Grimshaw town representative attends NWP rural expansion announcement

“We want to know what’s happening with healthcare in the north and I think this announcement is going to help our region a lot in attracting and retaining doctors.”

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Rural Alberta communities often struggle with receiving prompt and local healthcare. A partnership between Northwestern Polytechnic and the University of Alberta will focus on training rural healthcare workers, and retaining them in rural areas.

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Grimshaw’s deputy mayor Stacey Messner represented the town when she attended the Alberta rural medical education expansion announcement.

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“It was really good to see this program come to fruition with the partners of Northwestern Polytechnic, the University of Alberta, and the communities, so it was really important to the town of Grimshaw to have a representative from our community go to that announcement.”

The first group of medical students in these regional and residence training centres located in Grande Prairie will take place in the fall of 2025.

“As part of a Government of Alberta funded strategy to better serve Northern Alberta communities, U of A medical students will have the opportunity to become diverse, competent, and compassionate physician leaders, right in the heart of the Peace Region, at our Rural Medical Education Program Training Centres (RMEPTCs),” read NWP’s website.

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The program is a collaboration between the health education centre within the Grande Prairie Regional Hospital and the School of Health on campus.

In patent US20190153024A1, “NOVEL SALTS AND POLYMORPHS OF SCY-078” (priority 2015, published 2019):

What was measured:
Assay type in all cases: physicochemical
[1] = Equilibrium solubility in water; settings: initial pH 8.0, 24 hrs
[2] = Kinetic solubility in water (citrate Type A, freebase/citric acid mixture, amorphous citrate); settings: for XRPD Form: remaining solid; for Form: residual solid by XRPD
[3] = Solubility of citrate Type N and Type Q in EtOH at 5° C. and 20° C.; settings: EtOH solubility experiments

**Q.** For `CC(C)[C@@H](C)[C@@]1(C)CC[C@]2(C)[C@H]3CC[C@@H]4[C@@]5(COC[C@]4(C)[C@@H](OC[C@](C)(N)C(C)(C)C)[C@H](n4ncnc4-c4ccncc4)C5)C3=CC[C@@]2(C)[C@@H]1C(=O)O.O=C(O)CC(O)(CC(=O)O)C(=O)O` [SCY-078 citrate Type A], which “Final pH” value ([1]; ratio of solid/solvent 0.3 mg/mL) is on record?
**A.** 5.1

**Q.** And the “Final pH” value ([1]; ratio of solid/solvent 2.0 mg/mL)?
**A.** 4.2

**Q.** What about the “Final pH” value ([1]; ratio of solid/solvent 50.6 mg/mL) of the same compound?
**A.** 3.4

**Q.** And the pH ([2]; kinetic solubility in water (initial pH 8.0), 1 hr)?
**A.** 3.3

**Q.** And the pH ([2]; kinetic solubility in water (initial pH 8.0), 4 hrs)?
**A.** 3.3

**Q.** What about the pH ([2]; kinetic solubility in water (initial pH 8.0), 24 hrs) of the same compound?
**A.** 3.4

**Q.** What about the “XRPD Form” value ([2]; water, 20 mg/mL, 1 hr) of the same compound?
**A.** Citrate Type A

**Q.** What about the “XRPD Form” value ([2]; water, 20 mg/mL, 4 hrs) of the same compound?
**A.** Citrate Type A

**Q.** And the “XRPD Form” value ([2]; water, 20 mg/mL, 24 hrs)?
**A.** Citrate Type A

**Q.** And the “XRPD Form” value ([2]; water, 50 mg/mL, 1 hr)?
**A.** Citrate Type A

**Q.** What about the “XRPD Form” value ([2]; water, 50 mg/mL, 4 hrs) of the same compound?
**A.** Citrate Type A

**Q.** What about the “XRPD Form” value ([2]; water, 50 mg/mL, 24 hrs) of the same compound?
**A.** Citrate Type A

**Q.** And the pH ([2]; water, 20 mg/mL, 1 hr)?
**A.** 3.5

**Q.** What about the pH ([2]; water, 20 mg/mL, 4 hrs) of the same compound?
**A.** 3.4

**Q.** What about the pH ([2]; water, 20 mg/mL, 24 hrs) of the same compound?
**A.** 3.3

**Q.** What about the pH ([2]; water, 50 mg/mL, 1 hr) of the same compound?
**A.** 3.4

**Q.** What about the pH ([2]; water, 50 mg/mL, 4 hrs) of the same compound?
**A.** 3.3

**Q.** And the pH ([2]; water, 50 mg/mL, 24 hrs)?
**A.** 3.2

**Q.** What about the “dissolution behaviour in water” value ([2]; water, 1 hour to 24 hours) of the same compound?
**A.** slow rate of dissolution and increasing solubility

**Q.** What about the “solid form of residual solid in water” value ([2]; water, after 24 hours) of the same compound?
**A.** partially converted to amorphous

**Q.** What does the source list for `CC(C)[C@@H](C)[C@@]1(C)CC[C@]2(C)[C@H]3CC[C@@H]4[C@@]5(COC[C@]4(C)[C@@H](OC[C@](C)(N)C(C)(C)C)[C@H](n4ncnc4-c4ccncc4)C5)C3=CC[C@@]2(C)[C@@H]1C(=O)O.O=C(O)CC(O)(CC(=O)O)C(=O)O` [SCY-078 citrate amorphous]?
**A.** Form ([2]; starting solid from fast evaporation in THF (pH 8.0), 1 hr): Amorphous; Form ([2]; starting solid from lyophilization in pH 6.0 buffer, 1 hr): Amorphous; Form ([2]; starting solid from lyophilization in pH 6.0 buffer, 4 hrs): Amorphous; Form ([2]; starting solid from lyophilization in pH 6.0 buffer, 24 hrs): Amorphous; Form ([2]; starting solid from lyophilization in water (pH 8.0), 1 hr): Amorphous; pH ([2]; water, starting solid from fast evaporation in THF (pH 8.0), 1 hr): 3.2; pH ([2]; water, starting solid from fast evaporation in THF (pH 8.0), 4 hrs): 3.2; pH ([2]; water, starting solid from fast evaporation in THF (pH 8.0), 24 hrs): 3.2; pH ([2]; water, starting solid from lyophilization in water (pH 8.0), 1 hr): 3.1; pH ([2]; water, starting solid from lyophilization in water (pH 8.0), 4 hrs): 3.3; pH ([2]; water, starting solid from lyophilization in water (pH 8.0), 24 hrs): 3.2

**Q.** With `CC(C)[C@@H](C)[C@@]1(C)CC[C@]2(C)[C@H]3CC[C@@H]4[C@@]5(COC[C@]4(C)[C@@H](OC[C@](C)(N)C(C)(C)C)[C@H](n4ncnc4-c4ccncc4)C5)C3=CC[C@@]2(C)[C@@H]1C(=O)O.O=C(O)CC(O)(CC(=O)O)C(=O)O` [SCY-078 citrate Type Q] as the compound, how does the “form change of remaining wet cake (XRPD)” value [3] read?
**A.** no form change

The centre is a 40,000 square foot space for “teaching, learning, research, and administration space.” To address the current healthcare demand, NWP has plans to create more medical education facilities on campus.

“We want to know what’s happening with healthcare in the north and I think this announcement is going to help our region a lot in attracting and retaining doctors,” said Messner.

Messner said one concern in Grimshaw, in regards to healthcare, is when physician positions will be filled. Residents want to be able to visit a clinic for regular needs, rather than go to emergency. “The community, or the residents, or most people in the region, are very comfortable having a family practitioner and going to the clinic for their regular healthcare and medical care needs.”

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The province is experiencing a transition, she added, and the program is opening doors for us to “think creatively about how we want to be innovative about other solutions that solve the needs related to health and medical care in rural areas.”

Messner is also board chair of the Grimshaw Regional Healthcare Attraction and Retention Committee (GRHARC).

This group is made up of elected officials from County of Northern Lights, Municipal District of Peace 135, Berwyn, Grimshaw, including a CAO from each area, a local doctor, a physician resource planner from AHS, two members at large, and a consultant from Rural Health Professionals Action Plan (RhPAP).

According to the Alberta College of Physicians and Surgeons, Grimshaw has five doctors. Their population is 2,646 as of 2022.

The committee works towards “ facilitating community involvement in partnership with schools, physicians, local health related businesses, and AHS,” reads their website.

They offer a scholarship program for high school students, students in a qualifying program, and adults thinking about enrolling in a health related or medical program. Read more here.

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